As nurses begin to move through the process and gain a new understanding, Hinkley says stepping back for the big picture is essential. “AMSN wants to build a culture of inquiry, where our nurses can start to question why we do things the way we do, or why I believe the things I believe,” she says. “Is there a different perspective that might shape how I approach a situation, or patient, or problem? Am I intentional in my actions, or am I just doing what I was taught and the way it has always been done? It is all about opening conversations, with yourself and others.”
Gaining competence and new perspectives will transfer into better nursing practice, higher nursing standards, and patient care in very specific ways, she says, including
- as individual employees who remain competitive and effective in a changing workforce
- as employees of organizations who will be DEI ambassadors to their organizations after completing the certificate program
- as members of the largest segment of the healthcare workforce who will increase DEI competence across the healthcare sector
- as primary providers of patient care in the nation whocan address the inequities in patient care
Hinkley noted that even with a DEI focus, real-life experiences can be uncomfortable. “I would like to share an example I experienced recently,” she says. “Someone I know came out as non-binary, changed their name (I will call them Storm), and their pronouns. Another friend (I will call Alice) was so distressed she would not be able to remember Storm’s pronouns because we have spent a lifetime of only having binary choices: he/him or she/her. ‘They’ sounds odd and feels odd, and we have a lifetime of using ‘they’ for more than one person. That results in dissonance and is incredibly challenging from a cognitive perspective. Alice is doing her best to be supportive and respectful and was so worried that she was going to forget and say the wrong pronoun. I tried to help Alice understand that if it were an honest mistake, Storm would understand, and they would not be offended. I tried to stress that Storm understands that we are all doing our best to be supportive and, in turn, have new things to learn as a result.”
As Hinkley notes, overnight change isn’t expected, but there are things nurses can do to help themselves move forward. “I think it is important to understand that no one expects perfection, they just expect the same respect and value that everyone else is given. What helped me was practicing. I practice using inclusive pronouns at every opportunity. I also challenge myself not to use binary pronouns, but rather to collectively refer to individuals I do not know as ‘they’ until I learn their preferred pronouns. I am not always successful, and just the other day I said ‘he or she’ when referring to a nurse in an example to a point I was making. I was gently corrected to ‘they’ and the conversation continued. Life-long learning is a hallmark of the nursing profession, and we embrace that in every other area of our lives, so why not this one?”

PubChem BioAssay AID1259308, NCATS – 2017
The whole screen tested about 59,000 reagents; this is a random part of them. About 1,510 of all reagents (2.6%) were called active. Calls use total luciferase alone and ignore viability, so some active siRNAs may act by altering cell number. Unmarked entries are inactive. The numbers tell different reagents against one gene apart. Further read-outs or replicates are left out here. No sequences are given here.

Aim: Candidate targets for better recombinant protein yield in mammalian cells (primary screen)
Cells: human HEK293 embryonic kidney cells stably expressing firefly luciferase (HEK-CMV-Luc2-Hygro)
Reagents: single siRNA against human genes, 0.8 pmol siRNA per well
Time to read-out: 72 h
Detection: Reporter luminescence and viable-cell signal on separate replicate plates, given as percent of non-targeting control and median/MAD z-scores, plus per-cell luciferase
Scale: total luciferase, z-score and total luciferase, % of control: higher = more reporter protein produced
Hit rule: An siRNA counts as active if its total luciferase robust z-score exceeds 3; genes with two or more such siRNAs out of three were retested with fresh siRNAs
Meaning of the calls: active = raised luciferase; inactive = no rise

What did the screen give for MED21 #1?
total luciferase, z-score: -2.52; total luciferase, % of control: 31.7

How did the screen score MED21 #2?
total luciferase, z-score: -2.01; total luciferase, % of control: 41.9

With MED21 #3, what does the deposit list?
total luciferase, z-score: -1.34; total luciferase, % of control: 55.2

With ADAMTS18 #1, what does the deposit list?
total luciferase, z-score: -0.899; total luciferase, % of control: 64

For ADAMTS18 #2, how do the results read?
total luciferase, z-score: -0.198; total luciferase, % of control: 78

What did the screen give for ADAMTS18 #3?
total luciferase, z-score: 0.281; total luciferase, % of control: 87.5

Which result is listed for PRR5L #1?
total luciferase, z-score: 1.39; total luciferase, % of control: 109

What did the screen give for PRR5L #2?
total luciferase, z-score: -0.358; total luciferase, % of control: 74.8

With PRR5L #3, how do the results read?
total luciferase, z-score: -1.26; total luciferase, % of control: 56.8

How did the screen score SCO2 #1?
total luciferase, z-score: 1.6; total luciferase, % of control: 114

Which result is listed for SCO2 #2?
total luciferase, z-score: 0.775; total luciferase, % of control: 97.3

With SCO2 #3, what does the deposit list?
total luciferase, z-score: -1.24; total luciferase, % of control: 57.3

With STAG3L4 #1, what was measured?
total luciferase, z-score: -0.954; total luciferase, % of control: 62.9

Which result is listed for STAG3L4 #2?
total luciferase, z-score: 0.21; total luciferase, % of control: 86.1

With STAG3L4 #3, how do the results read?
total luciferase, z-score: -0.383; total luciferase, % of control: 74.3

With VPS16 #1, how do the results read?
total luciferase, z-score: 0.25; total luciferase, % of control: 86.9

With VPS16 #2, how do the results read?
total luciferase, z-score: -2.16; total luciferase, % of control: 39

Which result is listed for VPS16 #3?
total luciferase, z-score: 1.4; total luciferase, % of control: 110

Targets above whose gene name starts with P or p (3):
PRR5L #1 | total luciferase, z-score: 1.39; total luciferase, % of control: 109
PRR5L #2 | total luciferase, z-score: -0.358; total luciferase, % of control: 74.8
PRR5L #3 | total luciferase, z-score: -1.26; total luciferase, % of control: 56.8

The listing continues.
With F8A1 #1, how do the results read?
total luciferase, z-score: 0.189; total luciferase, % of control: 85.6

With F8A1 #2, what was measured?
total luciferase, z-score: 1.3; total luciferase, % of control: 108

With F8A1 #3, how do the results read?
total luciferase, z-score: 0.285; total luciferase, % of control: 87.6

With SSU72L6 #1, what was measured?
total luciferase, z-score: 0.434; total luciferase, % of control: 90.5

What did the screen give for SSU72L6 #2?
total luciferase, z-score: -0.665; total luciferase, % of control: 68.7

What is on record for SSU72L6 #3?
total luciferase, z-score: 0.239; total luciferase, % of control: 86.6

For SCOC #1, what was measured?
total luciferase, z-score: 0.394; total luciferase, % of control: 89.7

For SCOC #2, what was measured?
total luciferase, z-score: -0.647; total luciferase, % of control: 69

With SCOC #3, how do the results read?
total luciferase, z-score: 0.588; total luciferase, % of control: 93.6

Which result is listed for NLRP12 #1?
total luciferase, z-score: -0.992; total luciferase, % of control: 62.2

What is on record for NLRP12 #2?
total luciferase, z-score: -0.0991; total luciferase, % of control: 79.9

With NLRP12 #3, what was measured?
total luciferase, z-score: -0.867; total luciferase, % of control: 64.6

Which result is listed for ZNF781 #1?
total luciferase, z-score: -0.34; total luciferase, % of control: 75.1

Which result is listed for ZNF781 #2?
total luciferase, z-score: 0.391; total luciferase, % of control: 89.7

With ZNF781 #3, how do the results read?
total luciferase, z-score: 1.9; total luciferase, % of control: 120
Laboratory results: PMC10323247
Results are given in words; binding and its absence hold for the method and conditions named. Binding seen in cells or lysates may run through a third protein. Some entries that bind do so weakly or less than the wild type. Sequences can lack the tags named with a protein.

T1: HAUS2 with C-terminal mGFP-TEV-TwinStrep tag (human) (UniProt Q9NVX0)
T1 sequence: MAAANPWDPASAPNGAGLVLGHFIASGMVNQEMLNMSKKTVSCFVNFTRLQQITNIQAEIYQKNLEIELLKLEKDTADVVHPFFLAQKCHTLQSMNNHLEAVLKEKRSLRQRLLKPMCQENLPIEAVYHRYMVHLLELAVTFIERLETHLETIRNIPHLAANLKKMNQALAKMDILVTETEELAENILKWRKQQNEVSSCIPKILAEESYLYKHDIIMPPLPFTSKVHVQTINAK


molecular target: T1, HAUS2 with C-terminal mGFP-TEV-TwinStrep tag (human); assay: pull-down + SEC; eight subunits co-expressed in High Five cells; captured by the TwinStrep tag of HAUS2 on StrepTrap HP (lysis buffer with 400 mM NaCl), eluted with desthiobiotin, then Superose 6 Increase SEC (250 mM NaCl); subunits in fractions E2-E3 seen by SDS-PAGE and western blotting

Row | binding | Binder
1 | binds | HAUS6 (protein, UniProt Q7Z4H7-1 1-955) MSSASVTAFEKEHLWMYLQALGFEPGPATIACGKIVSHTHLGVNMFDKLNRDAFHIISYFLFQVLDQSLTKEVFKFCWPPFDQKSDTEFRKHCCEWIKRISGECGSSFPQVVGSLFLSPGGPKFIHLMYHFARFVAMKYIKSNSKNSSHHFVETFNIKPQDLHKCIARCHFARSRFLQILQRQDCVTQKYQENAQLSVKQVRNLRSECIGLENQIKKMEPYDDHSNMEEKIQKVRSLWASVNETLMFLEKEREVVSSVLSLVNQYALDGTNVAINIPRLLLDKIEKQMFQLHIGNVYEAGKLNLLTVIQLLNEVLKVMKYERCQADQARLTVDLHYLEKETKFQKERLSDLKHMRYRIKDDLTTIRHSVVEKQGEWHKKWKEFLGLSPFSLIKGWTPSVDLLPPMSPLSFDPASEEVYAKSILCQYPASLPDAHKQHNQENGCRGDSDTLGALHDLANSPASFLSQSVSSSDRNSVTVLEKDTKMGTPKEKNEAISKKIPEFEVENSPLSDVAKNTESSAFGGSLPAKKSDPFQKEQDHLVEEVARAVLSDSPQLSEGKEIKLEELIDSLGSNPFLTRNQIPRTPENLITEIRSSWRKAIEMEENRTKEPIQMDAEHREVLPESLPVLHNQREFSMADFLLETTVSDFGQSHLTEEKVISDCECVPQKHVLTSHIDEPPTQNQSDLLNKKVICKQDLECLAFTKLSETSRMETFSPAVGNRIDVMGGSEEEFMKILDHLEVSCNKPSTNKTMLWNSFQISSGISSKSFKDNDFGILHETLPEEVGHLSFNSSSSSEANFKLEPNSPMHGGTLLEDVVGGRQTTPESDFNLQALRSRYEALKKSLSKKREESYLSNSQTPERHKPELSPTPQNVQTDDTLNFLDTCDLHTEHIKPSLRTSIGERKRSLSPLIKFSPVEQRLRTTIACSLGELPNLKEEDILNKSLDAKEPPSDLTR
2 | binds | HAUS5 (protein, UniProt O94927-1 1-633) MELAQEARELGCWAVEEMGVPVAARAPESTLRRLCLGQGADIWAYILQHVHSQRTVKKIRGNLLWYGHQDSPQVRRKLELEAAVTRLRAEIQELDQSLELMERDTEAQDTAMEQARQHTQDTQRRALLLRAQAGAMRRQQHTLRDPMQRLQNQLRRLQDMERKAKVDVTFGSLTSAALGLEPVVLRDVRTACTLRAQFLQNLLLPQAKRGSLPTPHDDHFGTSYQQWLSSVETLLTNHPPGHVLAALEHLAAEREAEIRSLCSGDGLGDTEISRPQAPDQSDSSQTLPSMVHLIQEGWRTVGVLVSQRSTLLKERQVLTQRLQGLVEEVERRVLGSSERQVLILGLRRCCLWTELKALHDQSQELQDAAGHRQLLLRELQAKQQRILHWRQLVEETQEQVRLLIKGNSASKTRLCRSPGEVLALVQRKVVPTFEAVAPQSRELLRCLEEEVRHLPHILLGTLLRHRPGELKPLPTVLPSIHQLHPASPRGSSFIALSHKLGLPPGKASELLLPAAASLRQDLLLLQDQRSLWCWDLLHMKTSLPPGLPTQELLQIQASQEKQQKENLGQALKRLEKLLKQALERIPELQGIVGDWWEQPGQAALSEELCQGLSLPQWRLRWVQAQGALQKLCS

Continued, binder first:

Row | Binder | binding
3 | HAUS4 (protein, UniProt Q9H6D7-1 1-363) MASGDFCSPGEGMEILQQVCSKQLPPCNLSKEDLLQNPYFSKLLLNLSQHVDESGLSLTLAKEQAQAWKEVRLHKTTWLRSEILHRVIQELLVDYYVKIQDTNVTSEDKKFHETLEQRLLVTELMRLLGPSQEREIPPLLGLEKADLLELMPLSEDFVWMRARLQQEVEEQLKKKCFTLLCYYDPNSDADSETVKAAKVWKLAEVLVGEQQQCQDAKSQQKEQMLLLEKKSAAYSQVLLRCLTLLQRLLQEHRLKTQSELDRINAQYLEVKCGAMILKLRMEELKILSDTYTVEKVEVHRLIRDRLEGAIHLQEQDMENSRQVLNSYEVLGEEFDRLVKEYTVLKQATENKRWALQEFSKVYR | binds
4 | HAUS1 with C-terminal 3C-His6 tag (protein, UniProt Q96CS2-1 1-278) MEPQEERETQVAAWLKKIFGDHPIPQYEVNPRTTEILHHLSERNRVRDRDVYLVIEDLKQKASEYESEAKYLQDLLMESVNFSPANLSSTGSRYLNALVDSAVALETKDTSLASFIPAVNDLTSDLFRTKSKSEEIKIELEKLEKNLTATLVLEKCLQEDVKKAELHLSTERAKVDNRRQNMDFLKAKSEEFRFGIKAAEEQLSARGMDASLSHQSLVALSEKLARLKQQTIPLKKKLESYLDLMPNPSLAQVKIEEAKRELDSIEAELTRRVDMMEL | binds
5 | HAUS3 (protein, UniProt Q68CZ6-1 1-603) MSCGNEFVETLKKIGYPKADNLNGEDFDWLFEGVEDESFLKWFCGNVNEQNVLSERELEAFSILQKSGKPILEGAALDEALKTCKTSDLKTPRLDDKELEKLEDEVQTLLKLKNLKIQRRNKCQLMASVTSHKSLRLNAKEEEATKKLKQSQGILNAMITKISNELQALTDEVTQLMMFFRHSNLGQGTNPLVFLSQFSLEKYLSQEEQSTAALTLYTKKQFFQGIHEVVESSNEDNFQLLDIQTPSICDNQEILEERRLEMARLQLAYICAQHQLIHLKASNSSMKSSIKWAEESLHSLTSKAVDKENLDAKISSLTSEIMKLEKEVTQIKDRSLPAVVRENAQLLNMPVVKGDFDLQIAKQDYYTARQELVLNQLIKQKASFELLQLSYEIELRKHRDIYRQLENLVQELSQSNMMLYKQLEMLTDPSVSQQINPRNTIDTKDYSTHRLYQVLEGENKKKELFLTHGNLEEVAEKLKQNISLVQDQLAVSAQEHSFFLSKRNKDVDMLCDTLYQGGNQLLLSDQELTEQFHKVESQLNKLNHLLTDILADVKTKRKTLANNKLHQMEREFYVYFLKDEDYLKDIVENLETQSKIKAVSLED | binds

As nurses’ DEI work grows stronger, Hinkley says it will have a pervasive effect on nurses’ work, patient care, and the workplace in general. “Having the opportunity to improve health for all individuals would be the best possible outcome of this initiative and would bring me personal and professional joy,” says Hinkley. “I also feel very strongly about doing my part to contribute to the work environment for all nurses. I am keenly interested in issues regarding the work environment, and the human cost of caring to nurses and healthcare providers. There are so many wonderful aspects to nursing and being in the caring profession, but we do not all have the same experience at work, and I am excited to be able to improve the work experience for all nurses.”